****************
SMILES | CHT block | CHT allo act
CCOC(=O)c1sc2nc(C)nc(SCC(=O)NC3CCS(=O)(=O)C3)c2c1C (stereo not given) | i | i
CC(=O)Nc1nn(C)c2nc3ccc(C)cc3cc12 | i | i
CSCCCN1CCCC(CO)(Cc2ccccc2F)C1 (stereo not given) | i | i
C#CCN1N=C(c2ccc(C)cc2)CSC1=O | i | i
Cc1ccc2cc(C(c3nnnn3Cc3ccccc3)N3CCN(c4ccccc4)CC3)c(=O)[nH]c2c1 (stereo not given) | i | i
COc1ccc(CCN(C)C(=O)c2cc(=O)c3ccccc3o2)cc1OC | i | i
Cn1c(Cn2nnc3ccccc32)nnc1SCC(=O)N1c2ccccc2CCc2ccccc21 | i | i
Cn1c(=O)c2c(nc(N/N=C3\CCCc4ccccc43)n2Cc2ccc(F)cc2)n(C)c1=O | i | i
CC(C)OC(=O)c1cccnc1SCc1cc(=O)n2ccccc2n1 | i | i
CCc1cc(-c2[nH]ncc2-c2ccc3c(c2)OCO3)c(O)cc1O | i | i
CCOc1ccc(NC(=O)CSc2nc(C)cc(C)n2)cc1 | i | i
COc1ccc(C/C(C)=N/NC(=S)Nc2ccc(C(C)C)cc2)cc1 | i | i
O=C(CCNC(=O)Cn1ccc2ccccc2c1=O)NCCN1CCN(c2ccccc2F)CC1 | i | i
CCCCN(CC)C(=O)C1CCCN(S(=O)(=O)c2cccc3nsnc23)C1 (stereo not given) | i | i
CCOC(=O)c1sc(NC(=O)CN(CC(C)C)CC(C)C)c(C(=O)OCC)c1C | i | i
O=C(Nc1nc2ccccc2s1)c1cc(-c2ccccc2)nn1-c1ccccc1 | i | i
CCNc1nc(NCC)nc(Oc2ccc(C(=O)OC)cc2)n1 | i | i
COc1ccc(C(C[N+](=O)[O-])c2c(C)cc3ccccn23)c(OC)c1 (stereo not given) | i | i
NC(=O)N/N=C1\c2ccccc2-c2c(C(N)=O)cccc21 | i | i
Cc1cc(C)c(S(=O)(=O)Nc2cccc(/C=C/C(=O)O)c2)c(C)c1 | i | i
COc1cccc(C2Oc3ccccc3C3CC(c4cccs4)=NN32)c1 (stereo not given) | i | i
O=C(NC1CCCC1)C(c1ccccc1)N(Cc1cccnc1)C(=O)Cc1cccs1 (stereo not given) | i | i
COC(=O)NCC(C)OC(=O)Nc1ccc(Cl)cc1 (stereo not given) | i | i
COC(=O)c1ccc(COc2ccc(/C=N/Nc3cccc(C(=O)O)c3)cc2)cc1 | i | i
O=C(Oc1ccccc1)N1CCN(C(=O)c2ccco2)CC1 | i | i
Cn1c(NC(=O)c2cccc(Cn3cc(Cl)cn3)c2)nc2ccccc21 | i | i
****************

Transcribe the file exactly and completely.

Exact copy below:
SMILES | CHT block | CHT allo act
CCOC(=O)c1sc2nc(C)nc(SCC(=O)NC3CCS(=O)(=O)C3)c2c1C (stereo not given) | i | i
CC(=O)Nc1nn(C)c2nc3ccc(C)cc3cc12 | i | i
CSCCCN1CCCC(CO)(Cc2ccccc2F)C1 (stereo not given) | i | i
C#CCN1N=C(c2ccc(C)cc2)CSC1=O | i | i
Cc1ccc2cc(C(c3nnnn3Cc3ccccc3)N3CCN(c4ccccc4)CC3)c(=O)[nH]c2c1 (stereo not given) | i | i
COc1ccc(CCN(C)C(=O)c2cc(=O)c3ccccc3o2)cc1OC | i | i
Cn1c(Cn2nnc3ccccc32)nnc1SCC(=O)N1c2ccccc2CCc2ccccc21 | i | i
Cn1c(=O)c2c(nc(N/N=C3\CCCc4ccccc43)n2Cc2ccc(F)cc2)n(C)c1=O | i | i
CC(C)OC(=O)c1cccnc1SCc1cc(=O)n2ccccc2n1 | i | i
CCc1cc(-c2[nH]ncc2-c2ccc3c(c2)OCO3)c(O)cc1O | i | i
CCOc1ccc(NC(=O)CSc2nc(C)cc(C)n2)cc1 | i | i
COc1ccc(C/C(C)=N/NC(=S)Nc2ccc(C(C)C)cc2)cc1 | i | i
O=C(CCNC(=O)Cn1ccc2ccccc2c1=O)NCCN1CCN(c2ccccc2F)CC1 | i | i
CCCCN(CC)C(=O)C1CCCN(S(=O)(=O)c2cccc3nsnc23)C1 (stereo not given) | i | i
CCOC(=O)c1sc(NC(=O)CN(CC(C)C)CC(C)C)c(C(=O)OCC)c1C | i | i
O=C(Nc1nc2ccccc2s1)c1cc(-c2ccccc2)nn1-c1ccccc1 | i | i
CCNc1nc(NCC)nc(Oc2ccc(C(=O)OC)cc2)n1 | i | i
COc1ccc(C(C[N+](=O)[O-])c2c(C)cc3ccccn23)c(OC)c1 (stereo not given) | i | i
NC(=O)N/N=C1\c2ccccc2-c2c(C(N)=O)cccc21 | i | i
Cc1cc(C)c(S(=O)(=O)Nc2cccc(/C=C/C(=O)O)c2)c(C)c1 | i | i
COc1cccc(C2Oc3ccccc3C3CC(c4cccs4)=NN32)c1 (stereo not given) | i | i
O=C(NC1CCCC1)C(c1ccccc1)N(Cc1cccnc1)C(=O)Cc1cccs1 (stereo not given) | i | i
COC(=O)NCC(C)OC(=O)Nc1ccc(Cl)cc1 (stereo not given) | i | i
COC(=O)c1ccc(COc2ccc(/C=N/Nc3cccc(C(=O)O)c3)cc2)cc1 | i | i
O=C(Oc1ccccc1)N1CCN(C(=O)c2ccco2)CC1 | i | i
Cn1c(NC(=O)c2cccc(Cn3cc(Cl)cn3)c2)nc2ccccc21 | i | i